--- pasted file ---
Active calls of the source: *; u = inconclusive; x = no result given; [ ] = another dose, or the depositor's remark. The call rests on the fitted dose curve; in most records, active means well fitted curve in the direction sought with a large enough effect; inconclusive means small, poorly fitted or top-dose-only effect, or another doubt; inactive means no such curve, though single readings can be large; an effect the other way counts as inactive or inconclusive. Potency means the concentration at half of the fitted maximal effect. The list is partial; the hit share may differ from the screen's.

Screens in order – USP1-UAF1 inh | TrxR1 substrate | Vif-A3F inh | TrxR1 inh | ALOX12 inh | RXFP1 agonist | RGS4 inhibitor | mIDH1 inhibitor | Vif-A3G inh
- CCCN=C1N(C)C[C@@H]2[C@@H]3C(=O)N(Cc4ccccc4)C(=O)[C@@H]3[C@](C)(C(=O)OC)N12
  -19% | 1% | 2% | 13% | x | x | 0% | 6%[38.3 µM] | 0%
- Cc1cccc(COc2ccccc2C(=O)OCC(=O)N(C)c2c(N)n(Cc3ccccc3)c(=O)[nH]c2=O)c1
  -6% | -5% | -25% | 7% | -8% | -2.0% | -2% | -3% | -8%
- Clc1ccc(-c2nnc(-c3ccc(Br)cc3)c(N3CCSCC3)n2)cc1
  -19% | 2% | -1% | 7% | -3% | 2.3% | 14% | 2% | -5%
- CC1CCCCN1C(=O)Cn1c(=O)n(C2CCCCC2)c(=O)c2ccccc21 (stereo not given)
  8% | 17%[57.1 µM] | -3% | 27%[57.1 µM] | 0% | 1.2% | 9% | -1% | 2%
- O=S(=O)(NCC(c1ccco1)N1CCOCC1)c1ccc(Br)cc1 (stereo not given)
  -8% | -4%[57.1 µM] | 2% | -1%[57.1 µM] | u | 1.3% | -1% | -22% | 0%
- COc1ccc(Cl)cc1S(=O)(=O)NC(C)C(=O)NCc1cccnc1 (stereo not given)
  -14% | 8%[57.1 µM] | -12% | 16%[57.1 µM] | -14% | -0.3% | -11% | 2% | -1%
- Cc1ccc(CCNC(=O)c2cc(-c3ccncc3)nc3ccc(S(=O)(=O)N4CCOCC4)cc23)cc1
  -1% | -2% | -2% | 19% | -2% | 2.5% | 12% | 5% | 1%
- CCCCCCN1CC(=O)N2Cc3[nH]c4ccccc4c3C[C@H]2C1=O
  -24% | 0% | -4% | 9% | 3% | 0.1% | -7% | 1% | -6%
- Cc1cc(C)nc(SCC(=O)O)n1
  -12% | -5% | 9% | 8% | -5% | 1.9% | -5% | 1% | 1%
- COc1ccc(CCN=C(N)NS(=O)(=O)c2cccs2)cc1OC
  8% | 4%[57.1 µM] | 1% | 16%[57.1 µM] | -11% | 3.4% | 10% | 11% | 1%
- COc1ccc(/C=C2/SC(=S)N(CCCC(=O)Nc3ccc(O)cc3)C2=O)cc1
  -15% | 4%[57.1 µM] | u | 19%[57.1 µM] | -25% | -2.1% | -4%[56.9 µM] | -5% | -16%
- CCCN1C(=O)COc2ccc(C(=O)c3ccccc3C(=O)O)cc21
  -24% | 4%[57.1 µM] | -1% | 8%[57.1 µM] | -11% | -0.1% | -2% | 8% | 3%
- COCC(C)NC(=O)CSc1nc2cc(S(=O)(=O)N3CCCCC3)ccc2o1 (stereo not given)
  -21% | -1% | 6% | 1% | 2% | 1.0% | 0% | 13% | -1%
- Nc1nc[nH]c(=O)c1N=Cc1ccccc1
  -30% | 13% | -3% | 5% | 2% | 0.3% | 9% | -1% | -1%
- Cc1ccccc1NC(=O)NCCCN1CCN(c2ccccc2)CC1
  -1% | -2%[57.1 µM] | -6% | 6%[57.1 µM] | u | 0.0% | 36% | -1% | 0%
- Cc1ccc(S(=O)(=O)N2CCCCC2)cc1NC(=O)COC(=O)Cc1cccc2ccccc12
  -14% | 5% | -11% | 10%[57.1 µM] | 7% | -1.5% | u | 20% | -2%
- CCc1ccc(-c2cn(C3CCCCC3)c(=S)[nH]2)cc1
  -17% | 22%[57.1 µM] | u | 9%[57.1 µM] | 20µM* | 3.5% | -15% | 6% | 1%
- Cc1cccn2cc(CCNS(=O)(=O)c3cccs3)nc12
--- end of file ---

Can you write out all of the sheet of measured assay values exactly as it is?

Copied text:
Active calls of the source: *; u = inconclusive; x = no result given; [ ] = another dose, or the depositor's remark. The call rests on the fitted dose curve; in most records, active means well fitted curve in the direction sought with a large enough effect; inconclusive means small, poorly fitted or top-dose-only effect, or another doubt; inactive means no such curve, though single readings can be large; an effect the other way counts as inactive or inconclusive. Potency means the concentration at half of the fitted maximal effect. The list is partial; the hit share may differ from the screen's.

Screens in order – USP1-UAF1 inh | TrxR1 substrate | Vif-A3F inh | TrxR1 inh | ALOX12 inh | RXFP1 agonist | RGS4 inhibitor | mIDH1 inhibitor | Vif-A3G inh
- CCCN=C1N(C)C[C@@H]2[C@@H]3C(=O)N(Cc4ccccc4)C(=O)[C@@H]3[C@](C)(C(=O)OC)N12
  -19% | 1% | 2% | 13% | x | x | 0% | 6%[38.3 µM] | 0%
- Cc1cccc(COc2ccccc2C(=O)OCC(=O)N(C)c2c(N)n(Cc3ccccc3)c(=O)[nH]c2=O)c1
  -6% | -5% | -25% | 7% | -8% | -2.0% | -2% | -3% | -8%
- Clc1ccc(-c2nnc(-c3ccc(Br)cc3)c(N3CCSCC3)n2)cc1
  -19% | 2% | -1% | 7% | -3% | 2.3% | 14% | 2% | -5%
- CC1CCCCN1C(=O)Cn1c(=O)n(C2CCCCC2)c(=O)c2ccccc21 (stereo not given)
  8% | 17%[57.1 µM] | -3% | 27%[57.1 µM] | 0% | 1.2% | 9% | -1% | 2%
- O=S(=O)(NCC(c1ccco1)N1CCOCC1)c1ccc(Br)cc1 (stereo not given)
  -8% | -4%[57.1 µM] | 2% | -1%[57.1 µM] | u | 1.3% | -1% | -22% | 0%
- COc1ccc(Cl)cc1S(=O)(=O)NC(C)C(=O)NCc1cccnc1 (stereo not given)
  -14% | 8%[57.1 µM] | -12% | 16%[57.1 µM] | -14% | -0.3% | -11% | 2% | -1%
- Cc1ccc(CCNC(=O)c2cc(-c3ccncc3)nc3ccc(S(=O)(=O)N4CCOCC4)cc23)cc1
  -1% | -2% | -2% | 19% | -2% | 2.5% | 12% | 5% | 1%
- CCCCCCN1CC(=O)N2Cc3[nH]c4ccccc4c3C[C@H]2C1=O
  -24% | 0% | -4% | 9% | 3% | 0.1% | -7% | 1% | -6%
- Cc1cc(C)nc(SCC(=O)O)n1
  -12% | -5% | 9% | 8% | -5% | 1.9% | -5% | 1% | 1%
- COc1ccc(CCN=C(N)NS(=O)(=O)c2cccs2)cc1OC
  8% | 4%[57.1 µM] | 1% | 16%[57.1 µM] | -11% | 3.4% | 10% | 11% | 1%
- COc1ccc(/C=C2/SC(=S)N(CCCC(=O)Nc3ccc(O)cc3)C2=O)cc1
  -15% | 4%[57.1 µM] | u | 19%[57.1 µM] | -25% | -2.1% | -4%[56.9 µM] | -5% | -16%
- CCCN1C(=O)COc2ccc(C(=O)c3ccccc3C(=O)O)cc21
  -24% | 4%[57.1 µM] | -1% | 8%[57.1 µM] | -11% | -0.1% | -2% | 8% | 3%
- COCC(C)NC(=O)CSc1nc2cc(S(=O)(=O)N3CCCCC3)ccc2o1 (stereo not given)
  -21% | -1% | 6% | 1% | 2% | 1.0% | 0% | 13% | -1%
- Nc1nc[nH]c(=O)c1N=Cc1ccccc1
  -30% | 13% | -3% | 5% | 2% | 0.3% | 9% | -1% | -1%
- Cc1ccccc1NC(=O)NCCCN1CCN(c2ccccc2)CC1
  -1% | -2%[57.1 µM] | -6% | 6%[57.1 µM] | u | 0.0% | 36% | -1% | 0%
- Cc1ccc(S(=O)(=O)N2CCCCC2)cc1NC(=O)COC(=O)Cc1cccc2ccccc12
  -14% | 5% | -11% | 10%[57.1 µM] | 7% | -1.5% | u | 20% | -2%
- CCc1ccc(-c2cn(C3CCCCC3)c(=S)[nH]2)cc1
  -17% | 22%[57.1 µM] | u | 9%[57.1 µM] | 20µM* | 3.5% | -15% | 6% | 1%
- Cc1cccn2cc(CCNS(=O)(=O)c3cccs3)nc12